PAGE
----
Digital Humanities scholarship, among other things, is focused on the question of interpretation. Most notable in initiatives such as topic modeling, where algorithms are employed to identify unnoticed patterns in texts or time periods, hermeneutics (the study of interpretation) dominates one facet of Digital Humanities thinking. Yet, hermeneutics is merely an interface for engaging with a text or idea. In this talk, Jeff Rice, Martha B. Reynolds Professor in Writing, Rhetoric, and Digital Studies at the University of Kentucky, asks how an unworkable Digital Humanities interface, such as hermeneutics, prevents certain types of digital work from occurring, particularly that involving pedagogy, MOOCs, and what Marshall McLuhan called “roles.”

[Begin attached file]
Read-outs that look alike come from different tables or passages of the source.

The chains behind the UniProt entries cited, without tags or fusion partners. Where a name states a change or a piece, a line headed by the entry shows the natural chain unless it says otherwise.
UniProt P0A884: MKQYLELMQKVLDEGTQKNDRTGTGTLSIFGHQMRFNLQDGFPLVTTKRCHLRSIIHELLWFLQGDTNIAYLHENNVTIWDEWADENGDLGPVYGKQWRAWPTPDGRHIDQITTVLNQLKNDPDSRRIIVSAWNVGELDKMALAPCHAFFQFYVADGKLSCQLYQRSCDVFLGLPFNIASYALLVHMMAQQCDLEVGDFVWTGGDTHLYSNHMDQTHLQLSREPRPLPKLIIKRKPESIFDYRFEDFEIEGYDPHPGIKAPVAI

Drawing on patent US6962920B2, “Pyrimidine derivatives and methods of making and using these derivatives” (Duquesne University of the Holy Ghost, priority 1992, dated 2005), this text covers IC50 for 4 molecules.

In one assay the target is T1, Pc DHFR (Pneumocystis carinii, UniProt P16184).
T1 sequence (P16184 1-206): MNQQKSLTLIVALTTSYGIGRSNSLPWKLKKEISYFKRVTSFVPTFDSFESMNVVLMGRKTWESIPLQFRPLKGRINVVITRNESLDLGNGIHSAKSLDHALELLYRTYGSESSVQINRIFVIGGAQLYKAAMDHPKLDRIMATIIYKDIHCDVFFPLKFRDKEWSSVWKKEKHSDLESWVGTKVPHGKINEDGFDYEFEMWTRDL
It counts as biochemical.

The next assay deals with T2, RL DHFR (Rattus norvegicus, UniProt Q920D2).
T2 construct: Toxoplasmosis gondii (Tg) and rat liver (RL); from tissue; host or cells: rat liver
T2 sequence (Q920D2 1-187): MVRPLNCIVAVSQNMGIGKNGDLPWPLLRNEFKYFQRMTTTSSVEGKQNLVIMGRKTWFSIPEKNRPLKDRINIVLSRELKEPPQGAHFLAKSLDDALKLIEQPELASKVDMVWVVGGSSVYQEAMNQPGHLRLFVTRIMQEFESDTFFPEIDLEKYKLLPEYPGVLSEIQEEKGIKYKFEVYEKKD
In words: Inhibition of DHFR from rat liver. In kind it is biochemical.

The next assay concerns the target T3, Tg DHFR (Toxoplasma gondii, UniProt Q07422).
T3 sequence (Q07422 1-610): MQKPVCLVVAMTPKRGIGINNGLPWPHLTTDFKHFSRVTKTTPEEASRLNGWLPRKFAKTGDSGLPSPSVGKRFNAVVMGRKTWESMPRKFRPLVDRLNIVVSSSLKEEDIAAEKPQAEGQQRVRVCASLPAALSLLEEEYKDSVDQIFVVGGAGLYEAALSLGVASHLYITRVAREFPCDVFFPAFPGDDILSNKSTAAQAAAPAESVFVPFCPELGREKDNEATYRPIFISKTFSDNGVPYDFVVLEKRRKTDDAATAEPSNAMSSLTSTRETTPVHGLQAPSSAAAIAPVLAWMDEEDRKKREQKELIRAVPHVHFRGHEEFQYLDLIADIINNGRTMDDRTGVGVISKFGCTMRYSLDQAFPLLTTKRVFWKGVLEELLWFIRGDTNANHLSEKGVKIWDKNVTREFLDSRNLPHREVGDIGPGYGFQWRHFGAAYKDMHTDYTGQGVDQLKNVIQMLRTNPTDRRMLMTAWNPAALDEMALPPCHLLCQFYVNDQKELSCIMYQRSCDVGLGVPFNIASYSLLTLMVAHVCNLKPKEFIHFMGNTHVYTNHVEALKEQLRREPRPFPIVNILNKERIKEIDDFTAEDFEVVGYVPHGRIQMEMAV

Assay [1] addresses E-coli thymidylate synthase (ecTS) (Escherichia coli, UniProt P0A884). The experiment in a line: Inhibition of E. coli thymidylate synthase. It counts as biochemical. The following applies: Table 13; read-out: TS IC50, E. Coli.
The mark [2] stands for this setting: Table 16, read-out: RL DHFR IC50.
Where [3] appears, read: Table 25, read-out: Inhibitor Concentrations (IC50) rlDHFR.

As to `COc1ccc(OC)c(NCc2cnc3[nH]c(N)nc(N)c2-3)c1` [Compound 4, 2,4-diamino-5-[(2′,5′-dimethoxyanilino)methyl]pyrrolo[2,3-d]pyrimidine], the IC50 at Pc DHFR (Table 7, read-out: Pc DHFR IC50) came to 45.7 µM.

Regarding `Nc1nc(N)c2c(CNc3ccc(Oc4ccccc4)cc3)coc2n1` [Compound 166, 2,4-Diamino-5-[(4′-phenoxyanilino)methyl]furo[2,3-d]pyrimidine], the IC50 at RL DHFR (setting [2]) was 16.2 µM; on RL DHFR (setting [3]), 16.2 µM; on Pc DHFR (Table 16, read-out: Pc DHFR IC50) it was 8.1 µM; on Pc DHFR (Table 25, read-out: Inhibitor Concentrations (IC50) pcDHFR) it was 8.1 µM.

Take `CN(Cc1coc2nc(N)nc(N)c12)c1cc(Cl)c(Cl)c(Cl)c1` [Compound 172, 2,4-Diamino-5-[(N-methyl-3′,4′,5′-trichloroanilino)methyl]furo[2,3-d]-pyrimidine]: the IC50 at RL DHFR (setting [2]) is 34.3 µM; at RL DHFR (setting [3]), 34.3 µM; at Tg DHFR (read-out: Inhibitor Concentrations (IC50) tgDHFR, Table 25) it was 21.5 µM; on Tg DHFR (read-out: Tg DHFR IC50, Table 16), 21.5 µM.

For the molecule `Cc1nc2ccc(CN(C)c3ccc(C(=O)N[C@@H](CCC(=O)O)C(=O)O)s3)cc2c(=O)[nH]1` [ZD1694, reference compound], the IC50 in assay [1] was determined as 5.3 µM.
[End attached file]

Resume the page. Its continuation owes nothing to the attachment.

Jeff Rice is Martha B. Reynolds Professor in Writing, Rhetoric, and Digital Studies at the University o Kentucky. He is the author of The Rhetoric of Cool: Composition Studies andNew Media, Digital Detroit: Rhetoric and Space in the Age of the Network, and numerous articles and chapters on new media, rhetoric, and pedagogy.
Click HERE to visit Professor Rice’s faculty page.
Click HERE for Rice’s blog “Yellow Dog”.
Click HERE for Rice’s blog “Make Mine Potato”.